Changes in Sindh

By Rauf Nizamani

THE perception about Sindhi nationalist politics is that it’s secular, progressive, anti-establishment and left-oriented. Is this view still valid?

In recent decades, many changes have occurred in the politics of the province. Though the political parties still claim to be fighting for the interests of Sindh and its people, is that true? Is their primary motive still the fight against feudal and tribal lords, landlords and the religious orthodoxy? Does securing rights for the downtrodden, especially peasants, remain part of their struggle for national rights as was the case in the past?

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The monster they created

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Drown, O people, drown. Do not try to escape. You cannot. Feel the burden of your sins. It will not let you swim. You never lived peacefully. So at least die peacefully. Let the water rise above your head and pull you down,” said the monster.

“I am no Noah. I have no boat. I cannot save any, man or animal. You followed me. Now pay the price,” the monster roared.

“But before you disappear, let me tell you a story. It is your story. Your indictment. You must hear it so that you know why you are dying.”

Once upon a time, there was a town with four neighbourhoods. Each had its own chief. They also had a chief protector to fight their real and perceived enemies.

All five knew magic. They could walk on water, eat fire and charm beasts. They could take a rabbit out of a hat and a hat out of a rabbit.

They could do many tricks, nothing useful though. I mean nothing that was useful for their people although whatever they did always benefitted them.

Everything they touched became theirs. They also seized what they did not touch. When they owned all there was to own in their town, they ventured out to seek more. They looted and plundered wherever they went.

They were smart, some would say cunning. Yet they had one drawback: they had no common sense. Common sense is for the common people, not for their chiefs.

So one day, while they were crossing a dense forest, they saw a heap of bones lying under a tree. They had never seen such bones. Some of the bones were larger than those of an elephant. Others were smaller than that of a rabbit. Some resembled a dragon’s teeth, others the backbone of a snake.

Some were sharp and pointed. Others were dull and heavy.

“Never saw such bones,” they said to one another. They inspected all the bones. Tested them with whatever tools they had in their magic bags. Argued over them for hours but could not decide what recent or prehistoric beast it was that died under the tree.

So they decided to try their magic.

“Let us bring it to life using our magic,” one of them said.

“Good, I will use my skills to assemble the bones into a skeleton,” said the other.

Then he chanted some incantation and charmed the bones into a skeleton.

All five inspected the skeleton but could not decide what it was.

So the second chief came forward and recited his mantra. When he snapped his fingers, flesh and skin grew on the skeleton.

The four chiefs and their protector inspected the skeleton again but failed to determine what it was.

The third chief tried his magic and caused the unknown beast’s heart to beat and pump blood. It was half alive.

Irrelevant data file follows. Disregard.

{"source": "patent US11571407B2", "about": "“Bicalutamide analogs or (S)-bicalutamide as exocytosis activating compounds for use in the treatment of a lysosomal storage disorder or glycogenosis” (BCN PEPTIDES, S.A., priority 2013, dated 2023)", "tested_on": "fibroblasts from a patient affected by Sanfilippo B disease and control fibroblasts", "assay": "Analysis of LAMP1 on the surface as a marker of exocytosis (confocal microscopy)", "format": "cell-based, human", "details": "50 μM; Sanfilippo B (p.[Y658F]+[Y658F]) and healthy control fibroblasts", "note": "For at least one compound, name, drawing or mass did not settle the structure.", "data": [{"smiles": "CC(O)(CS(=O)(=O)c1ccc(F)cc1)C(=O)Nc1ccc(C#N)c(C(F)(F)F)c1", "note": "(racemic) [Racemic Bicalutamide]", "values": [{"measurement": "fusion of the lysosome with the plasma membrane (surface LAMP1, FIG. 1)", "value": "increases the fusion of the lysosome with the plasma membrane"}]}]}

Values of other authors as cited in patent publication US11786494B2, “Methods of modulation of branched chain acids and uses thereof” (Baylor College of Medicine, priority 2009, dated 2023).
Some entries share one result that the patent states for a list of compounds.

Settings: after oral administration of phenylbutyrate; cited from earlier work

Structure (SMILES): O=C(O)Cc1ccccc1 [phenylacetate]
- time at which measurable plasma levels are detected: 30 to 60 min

This time they inspected the beast from every angle but could not solve the mystery.

So the fourth chief offered to try his charm. But before he could proceed, the chief protector said: “Let’s take some precautionary measure. How do we know it will not eat us when it comes to life?”

He climbed a large tree and hid behind its dense foliage. Aiming his weapon at the beast, he said: “I am ready.”

So the fourth chief took out a little box from his magic bag and put some powder into the beast’s nostrils.

First it moved its head, wagged its tail and then with a roar, it sprang to life. They had expected it to stand on its four feet, like most beasts do. But it was standing on its hind legs while his front legs stretched out like two huge and ugly hands.

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Pakistan: Where the Population Bomb is Exploding

by Wendell Cox

In much the developed, as well as developing world, population growth is slowing. Not so in Pakistan according to reported preliminary results of the 2011 Pakistan census. Here population is growing much faster than had been projected. Pakistan’s population stood at 197.4 million in 2011, an increase of 62.7 million from the last census in 1998 (Note 1). The new population is 20 million more than had been forecast in United Nations documents. Some of the additional growth is due to refugees fleeing Afghanistan, but this would not be enough to account for the majority of the under-projection error.

Pakistan: Moving Up the League Tables

As a result, Pakistan has passed Brazil and become the world’s 5th most populous nation, following China, India, the United States and Indonesia. Pakistan’s 11 year growth rate is estimated at 34.2 percent, nearly double that of second ranking Mexico, at 18.2 percent, where the birth rate (as indicated by the total fertility rate) is projected to drop to under replacement rate by the end of the decade. Perhaps most significantly, Pakistan’s growth rate is more than double the rates of India (15.9 percent) and Bangladesh (14.1 percent),which have long had reputations for strong growth (Table and Figure 1). At this growth rate, Pakistan could become the world’s fourth most populous nation by 2030, passing Indonesia. …

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http://www.newgeography.com/content/002940-pakistan-where-population-bomb-exploding